ISFP – Introverted, Sensing, Feeling, Perceiving

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    Based on the work of Myers-Briggs (Isabel Briggs Myers and Katherine Briggs) and on the personality classifications formulated by Carl Jung, personality style profiles (PSP) help us understand how our personality type affects the way we approach situations and how we may respond or behave and interact with others.

    There are no ‘good’ or ‘bad’ profiles, it is completely non-judgmental, but understanding how personalities are simply ‘different’ to our own, rather than inconsiderate or wrong, can help us to work together.

    What are the practical benefits?
    Why display our personality types on our emails?

    The Artist

    ISFPs have an internal focus and deal with ideas according to how they feel about them. They have a strong sense of their own value system. When it comes to dealing with the outside world, they interpret information in a literal and concrete way. With a great appreciation for emotional and physical sensation, ISFPs pay much attention to their five senses.

    ISFP behaviour characteristics

    An ISFP has a strong appreciation for aesthetics, and many ISFPs are artists in various forms. Their awareness of the senses – and how the external world affects the senses – makes them skilled at creating things that will stir the listener or observer.

    ISFPs have a strong set of personal principles that they strive to uphold. They need to feel that their lives and actions match what they feel is right. Anything that doesn’t fit with their value system they will avoid, and this can extend to their careers. An ISFP is likely to choose a job which helps them achieve their personal, value-driven goals.

    In personality, ISFPs tend to be quiet and reserved. Many people may have difficulty getting to know them well, as they only share their thoughts and opinions with those they already feel close to. At the same time, an ISFP tends to be a caring person who will deal sensitively with others. They like to feel they are making other people happy, and will put energy into this and other tasks they believe in.

    Art and action

    Although an ISFP has a tendency toward art and creativity, they’re also likely to enjoy practical tasks. They prefer ‘doing’ to theory; in fact, they may be uncomfortable with theories unless they can see a practical way of applying them. They learn best when the lesson is hands-on. ISFPs quickly become bored when learning via traditional teaching methods, as they don’t like abstract thinking.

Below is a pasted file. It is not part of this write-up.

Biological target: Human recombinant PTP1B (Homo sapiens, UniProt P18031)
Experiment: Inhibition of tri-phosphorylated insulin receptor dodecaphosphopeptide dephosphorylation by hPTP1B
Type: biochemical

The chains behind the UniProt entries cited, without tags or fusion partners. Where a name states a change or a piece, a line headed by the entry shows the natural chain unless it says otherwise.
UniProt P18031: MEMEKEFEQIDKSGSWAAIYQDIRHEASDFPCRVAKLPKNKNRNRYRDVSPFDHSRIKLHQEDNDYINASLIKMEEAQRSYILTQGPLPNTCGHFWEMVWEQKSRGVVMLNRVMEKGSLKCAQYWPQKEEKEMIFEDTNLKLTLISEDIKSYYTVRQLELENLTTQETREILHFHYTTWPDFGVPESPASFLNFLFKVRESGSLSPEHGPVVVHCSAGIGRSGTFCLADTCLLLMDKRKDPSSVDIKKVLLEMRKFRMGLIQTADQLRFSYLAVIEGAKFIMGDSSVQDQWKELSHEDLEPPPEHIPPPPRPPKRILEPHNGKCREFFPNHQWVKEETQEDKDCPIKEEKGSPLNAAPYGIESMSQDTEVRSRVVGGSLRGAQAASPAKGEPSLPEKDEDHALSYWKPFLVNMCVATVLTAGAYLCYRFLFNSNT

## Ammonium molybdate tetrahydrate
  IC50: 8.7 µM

The strong value system of an ISFP means that they dislike impersonal decision-making. They rely on their own personal principles when making a judgement call and are uncomfortable with any other way of working.

    The ISFP’s unique way of pursuing goals may cause some misunderstanding in others. With such a strong love of life and beauty, an ISFP may come across as light-hearted and carefree to anyone who doesn’t know them well. In reality, an ISFP is a deeply serious person.

    Sensitive to others

    One of the ISFP’s strengths in a work environment is their awareness of others. They are interested in how other people think and are constantly taking note of specific information to help them understand. Their conclusions are usually very reliable, making them a useful interpreter of other people’s actions.

    An ability to understand people is usually coupled with a sympathetic manner in an ISFP. They generally come across as warm and caring. This is supported by their genuine interest in making other people happy. ISFPs are more likely to show their caring through actions than with words.

    ISFPs are not comfortable as leaders, as they have no desire to be in control of other people. They also need their own space and so aren’t comfortable being closely led. Their need to conform with their own value system means that ISFPs are often perfectionists.

    One of the things an ISFP needs to look out for is a tendency not to give themselves enough credit. They are likely to be unaware that they do things extremely well. Like perfectionists, ISFPs can be unnecessarily harsh on themselves.

    An ISFP takes life seriously and life may not always be easy for them. For those around them, however, the special skills of an ISFP makes them a particularly valuable person.

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